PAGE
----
1. This book sounds lovely, Angie. I love what you said about none of the characters being demonized, which sounds refreshing given that cheating ex's always tend to be one-dimensional villains.

    I'm getting it! Thanks for the rec ;-)

    ReplyDelete
    Replies
    1. Exactly. It was one of my favorite parts. And the burgeoning romance is subtle but very sweet.

      Delete
  2. I'll definitely be checking this one out. Such a great title and a comparison to Laine Moriarty, who I adore!

    I like the sound of the romance too.

    ReplyDelete
    Replies
    1. Great, Alexa! Hope you enjoy it. It was a fun summer read for me.

      Delete
  3. Lizzy8:49 PM

    Angie you keep on giving fantastic reviews on books that aren't at my library!!! This one's not even in stock at my nearest Barnes and Noble, so I can't even cheat and read it there...
    Great review, as always.

    ReplyDelete
    Replies
    1. Ugh. That sucks, Lizzy. I'm sorry. Here's hoping a copy finds its way near you soon!

      Delete
  4. You just had to go and throw in those comparisons to Liza Palmer and Liane Moriarty didn't you?!?

    *sigh* It's already found it's way to my tbr.

    ReplyDelete
  5. Anonymous5:57 AM

    What Michelle said! You keep recommending contemporary romance titles that I wouldn't have discovered if not for your reviews.

    ReplyDelete
    Replies
    1. This one flew under my radar for awhile and I'm grateful to the publicist who sent it my way, because I'm sure I never would have run across it otherwise and I really did like it.

      Delete

Post a Comment

You Might Also Like

Angie's Best Books of 2022

  Somehow the end of the year is here. And we're all here. And I still feel like placing this post in this space. So I shall. With gratitude and a certain wistful hope. For us all. But especially for these books, the people that walk them, their words, and their creators. (listed in the order in which I read them) Hook, Line, and Sinker by Tessa Bailey The Perfect Crimes of Marian Hayes by Cat Sebastian You Were Made to Be Mine by Julie Anne Long Impossible by Sarah Lotz Book Lovers by Emily Henry Nettle & Bone by T. Kingfisher The Bodyguard by Katherine Center The Worst Guy by Kate Canterbary Fire Season by K.D. Casey Husband Material by Alexis Hall Love in the Time of Serial Killers by Alicia Thompson Heartbreaker by Sarah MacLean Love on the Brain by Ali Hazelwood Lore Olympus, Vol. 3 by Rachel Smythe Greywaren by Maggie Stiefvater The Unselected Journals of Emma M. Lion, Vol. 6 by Beth Brower Daniel Cabot Puts Down Roots by Cat Sebastian Scattered Showers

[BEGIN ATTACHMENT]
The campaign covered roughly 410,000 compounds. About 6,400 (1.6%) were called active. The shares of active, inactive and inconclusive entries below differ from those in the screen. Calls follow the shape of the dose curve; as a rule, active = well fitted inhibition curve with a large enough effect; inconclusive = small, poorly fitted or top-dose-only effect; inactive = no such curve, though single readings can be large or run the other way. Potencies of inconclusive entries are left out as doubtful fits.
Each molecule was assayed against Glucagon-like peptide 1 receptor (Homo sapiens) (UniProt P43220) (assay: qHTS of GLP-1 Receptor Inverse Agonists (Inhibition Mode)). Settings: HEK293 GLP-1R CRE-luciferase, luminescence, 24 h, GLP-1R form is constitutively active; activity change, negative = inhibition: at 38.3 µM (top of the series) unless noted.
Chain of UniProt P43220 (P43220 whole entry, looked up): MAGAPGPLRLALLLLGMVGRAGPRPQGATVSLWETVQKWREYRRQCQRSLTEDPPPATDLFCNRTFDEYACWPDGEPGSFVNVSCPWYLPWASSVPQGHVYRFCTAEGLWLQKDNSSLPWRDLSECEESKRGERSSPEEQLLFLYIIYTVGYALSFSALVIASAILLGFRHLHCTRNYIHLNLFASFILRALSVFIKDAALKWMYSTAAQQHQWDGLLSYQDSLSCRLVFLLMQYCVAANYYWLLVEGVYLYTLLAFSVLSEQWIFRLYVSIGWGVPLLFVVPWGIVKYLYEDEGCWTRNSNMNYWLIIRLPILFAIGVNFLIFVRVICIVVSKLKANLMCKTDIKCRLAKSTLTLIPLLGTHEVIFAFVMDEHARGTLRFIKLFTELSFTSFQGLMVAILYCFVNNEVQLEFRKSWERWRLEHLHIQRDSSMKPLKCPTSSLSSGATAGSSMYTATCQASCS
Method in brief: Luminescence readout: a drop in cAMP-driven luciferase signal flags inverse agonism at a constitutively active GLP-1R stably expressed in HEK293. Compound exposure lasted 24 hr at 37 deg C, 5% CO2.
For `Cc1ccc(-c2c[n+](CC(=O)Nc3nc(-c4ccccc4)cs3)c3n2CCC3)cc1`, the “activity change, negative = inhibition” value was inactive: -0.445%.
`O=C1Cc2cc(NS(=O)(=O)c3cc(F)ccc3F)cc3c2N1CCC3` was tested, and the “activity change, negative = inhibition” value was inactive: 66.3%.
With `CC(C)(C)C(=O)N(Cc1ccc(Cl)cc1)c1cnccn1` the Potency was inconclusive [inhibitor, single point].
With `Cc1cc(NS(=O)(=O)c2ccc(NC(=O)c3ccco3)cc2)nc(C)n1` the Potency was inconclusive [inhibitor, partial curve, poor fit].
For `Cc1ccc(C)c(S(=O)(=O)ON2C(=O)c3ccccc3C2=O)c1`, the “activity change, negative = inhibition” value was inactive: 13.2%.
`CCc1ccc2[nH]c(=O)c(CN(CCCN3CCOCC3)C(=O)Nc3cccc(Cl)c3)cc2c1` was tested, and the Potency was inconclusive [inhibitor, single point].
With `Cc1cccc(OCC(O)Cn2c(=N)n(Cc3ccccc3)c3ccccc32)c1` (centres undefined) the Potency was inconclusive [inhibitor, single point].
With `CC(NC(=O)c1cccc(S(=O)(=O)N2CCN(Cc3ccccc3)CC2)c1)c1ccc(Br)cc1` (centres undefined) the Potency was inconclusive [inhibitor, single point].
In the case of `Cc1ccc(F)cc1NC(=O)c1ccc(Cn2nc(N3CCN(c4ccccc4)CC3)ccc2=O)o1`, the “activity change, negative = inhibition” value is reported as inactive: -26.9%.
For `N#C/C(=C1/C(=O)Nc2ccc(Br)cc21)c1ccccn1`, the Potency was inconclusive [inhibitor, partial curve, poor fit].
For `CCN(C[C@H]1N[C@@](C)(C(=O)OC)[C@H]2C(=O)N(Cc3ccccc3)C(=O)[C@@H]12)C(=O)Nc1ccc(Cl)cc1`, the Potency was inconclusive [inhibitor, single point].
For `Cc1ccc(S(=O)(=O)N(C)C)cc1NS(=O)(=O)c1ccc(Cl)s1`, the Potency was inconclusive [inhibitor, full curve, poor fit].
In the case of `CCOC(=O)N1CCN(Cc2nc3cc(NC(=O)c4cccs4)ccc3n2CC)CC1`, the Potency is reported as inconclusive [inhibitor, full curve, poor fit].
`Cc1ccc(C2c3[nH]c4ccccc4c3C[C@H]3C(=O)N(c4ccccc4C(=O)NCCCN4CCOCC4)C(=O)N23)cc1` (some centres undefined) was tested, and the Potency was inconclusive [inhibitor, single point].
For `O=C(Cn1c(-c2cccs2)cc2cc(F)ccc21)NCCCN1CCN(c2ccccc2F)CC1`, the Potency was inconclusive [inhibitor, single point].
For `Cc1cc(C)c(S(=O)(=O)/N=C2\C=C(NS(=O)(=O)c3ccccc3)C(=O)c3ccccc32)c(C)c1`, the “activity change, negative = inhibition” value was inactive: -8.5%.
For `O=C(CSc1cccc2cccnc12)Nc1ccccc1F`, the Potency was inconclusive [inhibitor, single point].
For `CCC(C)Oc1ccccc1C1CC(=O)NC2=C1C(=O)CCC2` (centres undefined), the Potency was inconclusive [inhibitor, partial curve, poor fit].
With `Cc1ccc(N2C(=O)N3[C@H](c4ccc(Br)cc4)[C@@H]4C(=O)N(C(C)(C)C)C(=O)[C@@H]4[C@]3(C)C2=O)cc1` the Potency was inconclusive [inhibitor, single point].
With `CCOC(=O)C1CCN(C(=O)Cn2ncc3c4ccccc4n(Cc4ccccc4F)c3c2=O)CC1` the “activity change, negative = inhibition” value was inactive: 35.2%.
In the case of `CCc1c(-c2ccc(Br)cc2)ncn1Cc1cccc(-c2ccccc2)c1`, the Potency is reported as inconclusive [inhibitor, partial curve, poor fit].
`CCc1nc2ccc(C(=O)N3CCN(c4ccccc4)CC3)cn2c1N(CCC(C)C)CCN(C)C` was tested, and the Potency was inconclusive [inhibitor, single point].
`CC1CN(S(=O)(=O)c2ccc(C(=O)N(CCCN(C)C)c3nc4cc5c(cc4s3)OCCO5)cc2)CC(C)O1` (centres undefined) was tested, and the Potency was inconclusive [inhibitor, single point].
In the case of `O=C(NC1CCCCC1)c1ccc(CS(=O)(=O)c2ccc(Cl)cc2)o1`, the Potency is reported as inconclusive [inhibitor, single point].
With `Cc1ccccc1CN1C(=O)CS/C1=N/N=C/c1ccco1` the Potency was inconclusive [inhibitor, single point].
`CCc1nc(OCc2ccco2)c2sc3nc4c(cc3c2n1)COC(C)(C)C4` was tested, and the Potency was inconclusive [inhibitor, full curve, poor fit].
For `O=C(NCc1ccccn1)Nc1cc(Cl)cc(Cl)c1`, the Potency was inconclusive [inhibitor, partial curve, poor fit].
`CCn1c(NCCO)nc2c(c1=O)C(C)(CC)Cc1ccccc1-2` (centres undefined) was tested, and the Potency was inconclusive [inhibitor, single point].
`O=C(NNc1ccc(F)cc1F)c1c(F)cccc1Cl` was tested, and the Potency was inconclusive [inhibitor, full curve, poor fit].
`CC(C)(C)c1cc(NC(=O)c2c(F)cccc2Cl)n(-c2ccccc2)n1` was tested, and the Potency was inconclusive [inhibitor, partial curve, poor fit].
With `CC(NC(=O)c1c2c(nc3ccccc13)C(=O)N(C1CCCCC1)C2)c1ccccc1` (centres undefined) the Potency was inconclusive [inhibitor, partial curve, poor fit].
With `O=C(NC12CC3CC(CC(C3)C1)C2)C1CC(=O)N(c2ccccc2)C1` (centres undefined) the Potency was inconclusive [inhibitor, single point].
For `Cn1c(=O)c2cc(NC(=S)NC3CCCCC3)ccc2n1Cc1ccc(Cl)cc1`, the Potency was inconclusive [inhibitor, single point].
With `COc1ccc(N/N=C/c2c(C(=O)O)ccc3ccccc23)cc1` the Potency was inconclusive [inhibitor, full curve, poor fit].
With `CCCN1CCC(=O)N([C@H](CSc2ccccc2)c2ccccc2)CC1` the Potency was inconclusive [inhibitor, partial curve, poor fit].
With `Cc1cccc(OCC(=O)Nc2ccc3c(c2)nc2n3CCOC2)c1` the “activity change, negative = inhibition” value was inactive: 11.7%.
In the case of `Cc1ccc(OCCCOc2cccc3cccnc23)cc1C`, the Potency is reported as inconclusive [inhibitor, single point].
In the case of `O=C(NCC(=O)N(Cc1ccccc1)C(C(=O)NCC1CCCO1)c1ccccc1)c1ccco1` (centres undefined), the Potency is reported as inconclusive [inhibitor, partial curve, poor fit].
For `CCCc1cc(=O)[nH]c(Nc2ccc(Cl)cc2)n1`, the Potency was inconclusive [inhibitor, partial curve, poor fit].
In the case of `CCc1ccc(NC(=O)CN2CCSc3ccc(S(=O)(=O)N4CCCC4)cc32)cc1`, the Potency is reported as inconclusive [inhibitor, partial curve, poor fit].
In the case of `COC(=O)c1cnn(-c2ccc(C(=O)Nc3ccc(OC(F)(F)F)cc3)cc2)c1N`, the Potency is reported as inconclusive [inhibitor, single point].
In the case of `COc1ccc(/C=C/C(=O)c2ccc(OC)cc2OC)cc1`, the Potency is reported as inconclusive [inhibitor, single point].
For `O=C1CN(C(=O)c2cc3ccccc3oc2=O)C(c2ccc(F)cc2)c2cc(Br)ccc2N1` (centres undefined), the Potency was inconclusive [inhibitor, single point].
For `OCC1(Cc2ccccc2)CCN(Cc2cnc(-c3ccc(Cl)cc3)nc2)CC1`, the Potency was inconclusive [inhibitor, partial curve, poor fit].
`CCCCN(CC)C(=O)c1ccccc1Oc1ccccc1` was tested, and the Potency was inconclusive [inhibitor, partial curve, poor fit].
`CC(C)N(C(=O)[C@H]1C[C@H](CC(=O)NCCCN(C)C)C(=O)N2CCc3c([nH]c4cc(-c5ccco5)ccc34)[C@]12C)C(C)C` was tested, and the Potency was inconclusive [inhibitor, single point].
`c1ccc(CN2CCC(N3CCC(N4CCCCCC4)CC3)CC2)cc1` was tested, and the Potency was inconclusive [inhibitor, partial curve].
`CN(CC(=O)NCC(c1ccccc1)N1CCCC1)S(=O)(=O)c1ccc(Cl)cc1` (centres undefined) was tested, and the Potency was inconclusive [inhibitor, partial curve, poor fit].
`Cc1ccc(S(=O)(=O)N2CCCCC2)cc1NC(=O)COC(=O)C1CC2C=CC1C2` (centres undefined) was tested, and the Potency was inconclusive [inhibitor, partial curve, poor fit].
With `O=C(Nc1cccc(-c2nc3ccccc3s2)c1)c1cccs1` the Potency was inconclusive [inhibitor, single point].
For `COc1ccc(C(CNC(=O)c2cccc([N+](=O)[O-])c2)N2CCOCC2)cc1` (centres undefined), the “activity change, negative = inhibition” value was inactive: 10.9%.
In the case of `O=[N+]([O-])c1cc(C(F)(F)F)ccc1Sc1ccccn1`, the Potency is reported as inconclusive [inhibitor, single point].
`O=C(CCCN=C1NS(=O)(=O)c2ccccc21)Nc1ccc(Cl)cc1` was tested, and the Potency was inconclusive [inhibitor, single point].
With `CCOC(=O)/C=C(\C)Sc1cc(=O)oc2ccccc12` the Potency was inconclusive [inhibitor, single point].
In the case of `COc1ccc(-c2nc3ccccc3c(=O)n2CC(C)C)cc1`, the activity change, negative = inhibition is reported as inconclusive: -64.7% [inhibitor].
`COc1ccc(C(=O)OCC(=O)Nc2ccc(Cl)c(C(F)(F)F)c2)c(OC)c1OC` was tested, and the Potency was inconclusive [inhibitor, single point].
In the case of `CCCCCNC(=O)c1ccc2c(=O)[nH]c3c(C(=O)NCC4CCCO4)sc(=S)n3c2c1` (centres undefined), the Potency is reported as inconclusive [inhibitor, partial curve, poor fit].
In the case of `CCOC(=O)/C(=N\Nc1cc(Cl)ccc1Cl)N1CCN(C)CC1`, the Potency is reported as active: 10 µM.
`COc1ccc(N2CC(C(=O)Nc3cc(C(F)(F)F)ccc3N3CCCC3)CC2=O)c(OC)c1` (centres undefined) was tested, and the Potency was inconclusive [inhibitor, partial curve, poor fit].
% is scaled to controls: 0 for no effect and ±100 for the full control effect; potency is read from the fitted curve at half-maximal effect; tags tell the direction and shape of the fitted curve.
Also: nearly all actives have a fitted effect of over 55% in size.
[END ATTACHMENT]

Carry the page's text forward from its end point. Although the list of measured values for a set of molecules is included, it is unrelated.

Angie's 2023 Must Be Mine

  Begin as you mean to go on, they say. And so here are my most anticipated titles of 2023: And no covers on these yet, but I'm looking forward to them every bit as much: The Unselected Journals of Emma M. Lion, Vol. 7 by Beth Brower Knockout by Sarah MacLean Ten Things That Never Happened by Alexis Hall Thornhedge by T. Kingfisher We Could Be So Good by Cat Sebastian Diamond Ring by K.D. Casey The Gentleman's Gambit by Evie Dunmore What titles are on your list?

Bibliocrack Review | The Love Hypothesis by Ali Hazelwood

 Hi. Hey. Hello there. It's been a . . . well, you know what it's been. We're all still living this together. So I will simply skip to the fact that I couldn't not review this book here. Because reading it was something special. I knew nothing about Ali Hazelwood 's debut novel except that it involved women in STEM and that the cover made me smile. I decided to set it aside for myself as a reward. Work has been . . . punishing . . . for the last year, and I have been so exhausted every hour of every day. And so I determined to buy The Love Hypothesis  on release day knowing nothing about it. But when I went to the bookstore to get my copy, none were available. In fact, none were available anywhere for love nor money, in store or online. At first I was moderately disappointed. Then I told myself maybe it's not that great after all and I didn't necessarily need to feel this preemptive sense of loss. But it kept gnawing at me. The loss. And so I paused work an